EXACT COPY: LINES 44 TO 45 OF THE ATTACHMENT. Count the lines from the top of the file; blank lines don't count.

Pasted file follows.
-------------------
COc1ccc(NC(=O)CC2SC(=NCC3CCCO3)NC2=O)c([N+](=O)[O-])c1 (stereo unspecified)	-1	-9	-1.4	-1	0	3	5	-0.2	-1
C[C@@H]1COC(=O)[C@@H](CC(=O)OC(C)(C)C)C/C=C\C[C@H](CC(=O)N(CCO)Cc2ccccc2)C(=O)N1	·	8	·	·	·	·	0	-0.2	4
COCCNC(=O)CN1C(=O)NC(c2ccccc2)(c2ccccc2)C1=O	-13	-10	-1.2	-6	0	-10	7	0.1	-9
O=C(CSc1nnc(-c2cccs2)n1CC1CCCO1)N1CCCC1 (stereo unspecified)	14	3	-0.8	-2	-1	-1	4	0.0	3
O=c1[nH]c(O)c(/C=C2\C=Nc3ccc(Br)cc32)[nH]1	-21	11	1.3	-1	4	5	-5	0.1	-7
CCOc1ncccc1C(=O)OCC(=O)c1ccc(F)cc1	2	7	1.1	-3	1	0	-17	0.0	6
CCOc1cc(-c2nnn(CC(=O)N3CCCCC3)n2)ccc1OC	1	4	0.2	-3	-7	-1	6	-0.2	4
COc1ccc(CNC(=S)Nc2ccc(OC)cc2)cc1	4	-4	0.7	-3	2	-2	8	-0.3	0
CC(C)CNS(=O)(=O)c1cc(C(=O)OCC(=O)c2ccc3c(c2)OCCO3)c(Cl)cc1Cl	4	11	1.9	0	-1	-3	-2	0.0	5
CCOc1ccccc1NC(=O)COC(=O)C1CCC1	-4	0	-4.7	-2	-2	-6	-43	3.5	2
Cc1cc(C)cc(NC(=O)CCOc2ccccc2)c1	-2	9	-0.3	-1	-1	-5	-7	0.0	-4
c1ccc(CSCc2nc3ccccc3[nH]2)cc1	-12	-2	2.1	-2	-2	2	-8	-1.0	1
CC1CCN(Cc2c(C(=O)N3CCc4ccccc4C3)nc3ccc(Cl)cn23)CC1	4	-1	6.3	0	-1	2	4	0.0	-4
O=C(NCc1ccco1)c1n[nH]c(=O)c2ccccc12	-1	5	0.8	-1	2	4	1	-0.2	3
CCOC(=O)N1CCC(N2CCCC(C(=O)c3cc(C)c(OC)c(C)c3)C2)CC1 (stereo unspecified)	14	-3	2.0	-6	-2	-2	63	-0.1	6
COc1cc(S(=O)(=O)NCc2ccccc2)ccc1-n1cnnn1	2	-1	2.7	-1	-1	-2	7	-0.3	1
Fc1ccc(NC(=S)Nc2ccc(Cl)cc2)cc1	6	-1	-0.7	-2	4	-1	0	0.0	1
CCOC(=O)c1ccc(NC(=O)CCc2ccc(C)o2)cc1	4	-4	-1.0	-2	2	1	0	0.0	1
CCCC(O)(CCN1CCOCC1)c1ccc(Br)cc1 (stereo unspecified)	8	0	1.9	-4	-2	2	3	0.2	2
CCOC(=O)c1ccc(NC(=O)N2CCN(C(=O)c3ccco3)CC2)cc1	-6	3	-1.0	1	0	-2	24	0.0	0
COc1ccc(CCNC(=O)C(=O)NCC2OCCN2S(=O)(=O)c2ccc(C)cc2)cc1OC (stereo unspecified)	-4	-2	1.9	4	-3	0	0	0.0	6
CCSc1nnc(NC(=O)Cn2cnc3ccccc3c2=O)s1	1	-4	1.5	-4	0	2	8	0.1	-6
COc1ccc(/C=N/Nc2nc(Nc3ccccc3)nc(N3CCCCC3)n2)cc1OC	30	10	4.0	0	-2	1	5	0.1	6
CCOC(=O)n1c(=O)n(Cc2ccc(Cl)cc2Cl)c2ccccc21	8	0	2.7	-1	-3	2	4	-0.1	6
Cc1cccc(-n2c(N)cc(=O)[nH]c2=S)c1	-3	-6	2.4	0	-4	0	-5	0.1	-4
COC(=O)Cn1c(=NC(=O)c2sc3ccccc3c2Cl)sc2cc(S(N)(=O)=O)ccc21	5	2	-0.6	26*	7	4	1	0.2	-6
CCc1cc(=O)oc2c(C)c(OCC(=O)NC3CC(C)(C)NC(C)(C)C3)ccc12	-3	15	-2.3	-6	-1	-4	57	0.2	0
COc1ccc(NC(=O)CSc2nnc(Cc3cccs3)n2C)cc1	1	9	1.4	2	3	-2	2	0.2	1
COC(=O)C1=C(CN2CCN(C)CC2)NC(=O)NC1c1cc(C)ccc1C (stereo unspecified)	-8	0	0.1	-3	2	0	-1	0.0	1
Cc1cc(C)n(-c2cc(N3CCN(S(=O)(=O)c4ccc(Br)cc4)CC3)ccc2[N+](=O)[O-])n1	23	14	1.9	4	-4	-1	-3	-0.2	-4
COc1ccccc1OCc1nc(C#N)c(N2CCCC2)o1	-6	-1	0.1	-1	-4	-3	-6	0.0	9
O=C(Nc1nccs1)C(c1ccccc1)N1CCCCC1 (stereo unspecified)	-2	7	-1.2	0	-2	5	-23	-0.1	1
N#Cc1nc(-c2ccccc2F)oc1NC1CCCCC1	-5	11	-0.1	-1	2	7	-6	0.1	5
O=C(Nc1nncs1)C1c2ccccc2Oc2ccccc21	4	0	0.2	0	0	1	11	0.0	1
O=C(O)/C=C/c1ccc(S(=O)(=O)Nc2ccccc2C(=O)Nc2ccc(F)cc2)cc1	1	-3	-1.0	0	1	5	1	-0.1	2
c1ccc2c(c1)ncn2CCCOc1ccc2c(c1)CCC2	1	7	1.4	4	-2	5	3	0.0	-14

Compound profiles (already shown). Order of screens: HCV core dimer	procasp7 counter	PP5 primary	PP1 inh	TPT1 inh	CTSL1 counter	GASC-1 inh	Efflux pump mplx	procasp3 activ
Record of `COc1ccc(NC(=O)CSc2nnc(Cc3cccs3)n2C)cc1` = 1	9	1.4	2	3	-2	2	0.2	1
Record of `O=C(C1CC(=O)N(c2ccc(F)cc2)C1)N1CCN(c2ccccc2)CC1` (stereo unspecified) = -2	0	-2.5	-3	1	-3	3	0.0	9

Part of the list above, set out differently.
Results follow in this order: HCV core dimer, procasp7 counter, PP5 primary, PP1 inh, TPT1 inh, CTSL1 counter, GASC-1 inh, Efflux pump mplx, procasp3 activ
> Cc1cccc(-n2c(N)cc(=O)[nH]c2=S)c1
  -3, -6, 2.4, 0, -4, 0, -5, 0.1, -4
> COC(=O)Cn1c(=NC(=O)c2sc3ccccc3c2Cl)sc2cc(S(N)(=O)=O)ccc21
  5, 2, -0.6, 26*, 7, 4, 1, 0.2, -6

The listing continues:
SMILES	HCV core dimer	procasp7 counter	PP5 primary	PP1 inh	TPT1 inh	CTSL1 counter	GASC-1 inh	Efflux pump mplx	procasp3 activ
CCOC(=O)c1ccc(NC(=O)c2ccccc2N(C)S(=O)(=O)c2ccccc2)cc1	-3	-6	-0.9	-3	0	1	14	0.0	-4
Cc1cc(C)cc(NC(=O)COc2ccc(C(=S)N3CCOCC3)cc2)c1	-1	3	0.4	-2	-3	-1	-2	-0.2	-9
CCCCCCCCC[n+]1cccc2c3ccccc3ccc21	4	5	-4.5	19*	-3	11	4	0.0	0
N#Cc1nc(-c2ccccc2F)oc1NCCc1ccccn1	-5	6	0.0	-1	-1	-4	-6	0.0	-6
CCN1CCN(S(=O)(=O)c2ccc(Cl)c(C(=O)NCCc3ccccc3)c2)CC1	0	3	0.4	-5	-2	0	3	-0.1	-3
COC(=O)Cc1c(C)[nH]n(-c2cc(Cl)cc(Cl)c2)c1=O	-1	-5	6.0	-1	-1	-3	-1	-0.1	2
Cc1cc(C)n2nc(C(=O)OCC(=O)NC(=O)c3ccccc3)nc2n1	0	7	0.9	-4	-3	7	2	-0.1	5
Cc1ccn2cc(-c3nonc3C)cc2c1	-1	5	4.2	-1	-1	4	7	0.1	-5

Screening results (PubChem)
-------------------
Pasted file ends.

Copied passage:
> COC(=O)Cn1c(=NC(=O)c2sc3ccccc3c2Cl)sc2cc(S(N)(=O)=O)ccc21
  5, 2, -0.6, 26*, 7, 4, 1, 0.2, -6